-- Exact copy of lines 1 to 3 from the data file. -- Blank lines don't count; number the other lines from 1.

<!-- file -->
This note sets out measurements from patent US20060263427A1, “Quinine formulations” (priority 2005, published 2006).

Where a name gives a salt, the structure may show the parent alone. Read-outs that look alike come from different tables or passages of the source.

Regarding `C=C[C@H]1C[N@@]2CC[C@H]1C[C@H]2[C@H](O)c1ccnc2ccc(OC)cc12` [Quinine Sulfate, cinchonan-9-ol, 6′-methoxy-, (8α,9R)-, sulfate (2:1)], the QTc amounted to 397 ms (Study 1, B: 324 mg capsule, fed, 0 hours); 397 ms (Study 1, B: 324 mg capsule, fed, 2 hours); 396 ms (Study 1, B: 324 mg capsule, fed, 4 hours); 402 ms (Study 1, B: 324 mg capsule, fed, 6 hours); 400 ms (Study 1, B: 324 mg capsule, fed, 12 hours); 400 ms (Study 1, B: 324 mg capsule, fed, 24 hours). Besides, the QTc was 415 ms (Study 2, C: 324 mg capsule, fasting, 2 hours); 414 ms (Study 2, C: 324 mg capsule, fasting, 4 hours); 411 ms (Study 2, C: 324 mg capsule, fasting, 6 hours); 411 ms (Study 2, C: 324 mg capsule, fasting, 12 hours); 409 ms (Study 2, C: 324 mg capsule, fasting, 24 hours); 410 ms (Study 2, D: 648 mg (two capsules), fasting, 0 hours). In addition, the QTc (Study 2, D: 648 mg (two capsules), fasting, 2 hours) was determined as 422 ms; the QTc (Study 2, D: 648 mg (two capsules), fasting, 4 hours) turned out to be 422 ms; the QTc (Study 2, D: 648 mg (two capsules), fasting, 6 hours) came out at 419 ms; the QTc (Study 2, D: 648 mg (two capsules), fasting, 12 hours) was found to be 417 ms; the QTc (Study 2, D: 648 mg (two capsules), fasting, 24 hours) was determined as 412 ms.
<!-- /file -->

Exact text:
This note sets out measurements from patent US20060263427A1, “Quinine formulations” (priority 2005, published 2006).

Where a name gives a salt, the structure may show the parent alone. Read-outs that look alike come from different tables or passages of the source.

Regarding `C=C[C@H]1C[N@@]2CC[C@H]1C[C@H]2[C@H](O)c1ccnc2ccc(OC)cc12` [Quinine Sulfate, cinchonan-9-ol, 6′-methoxy-, (8α,9R)-, sulfate (2:1)], the QTc amounted to 397 ms (Study 1, B: 324 mg capsule, fed, 0 hours); 397 ms (Study 1, B: 324 mg capsule, fed, 2 hours); 396 ms (Study 1, B: 324 mg capsule, fed, 4 hours); 402 ms (Study 1, B: 324 mg capsule, fed, 6 hours); 400 ms (Study 1, B: 324 mg capsule, fed, 12 hours); 400 ms (Study 1, B: 324 mg capsule, fed, 24 hours). Besides, the QTc was 415 ms (Study 2, C: 324 mg capsule, fasting, 2 hours); 414 ms (Study 2, C: 324 mg capsule, fasting, 4 hours); 411 ms (Study 2, C: 324 mg capsule, fasting, 6 hours); 411 ms (Study 2, C: 324 mg capsule, fasting, 12 hours); 409 ms (Study 2, C: 324 mg capsule, fasting, 24 hours); 410 ms (Study 2, D: 648 mg (two capsules), fasting, 0 hours). In addition, the QTc (Study 2, D: 648 mg (two capsules), fasting, 2 hours) was determined as 422 ms; the QTc (Study 2, D: 648 mg (two capsules), fasting, 4 hours) turned out to be 422 ms; the QTc (Study 2, D: 648 mg (two capsules), fasting, 6 hours) came out at 419 ms; the QTc (Study 2, D: 648 mg (two capsules), fasting, 12 hours) was found to be 417 ms; the QTc (Study 2, D: 648 mg (two capsules), fasting, 24 hours) was determined as 412 ms.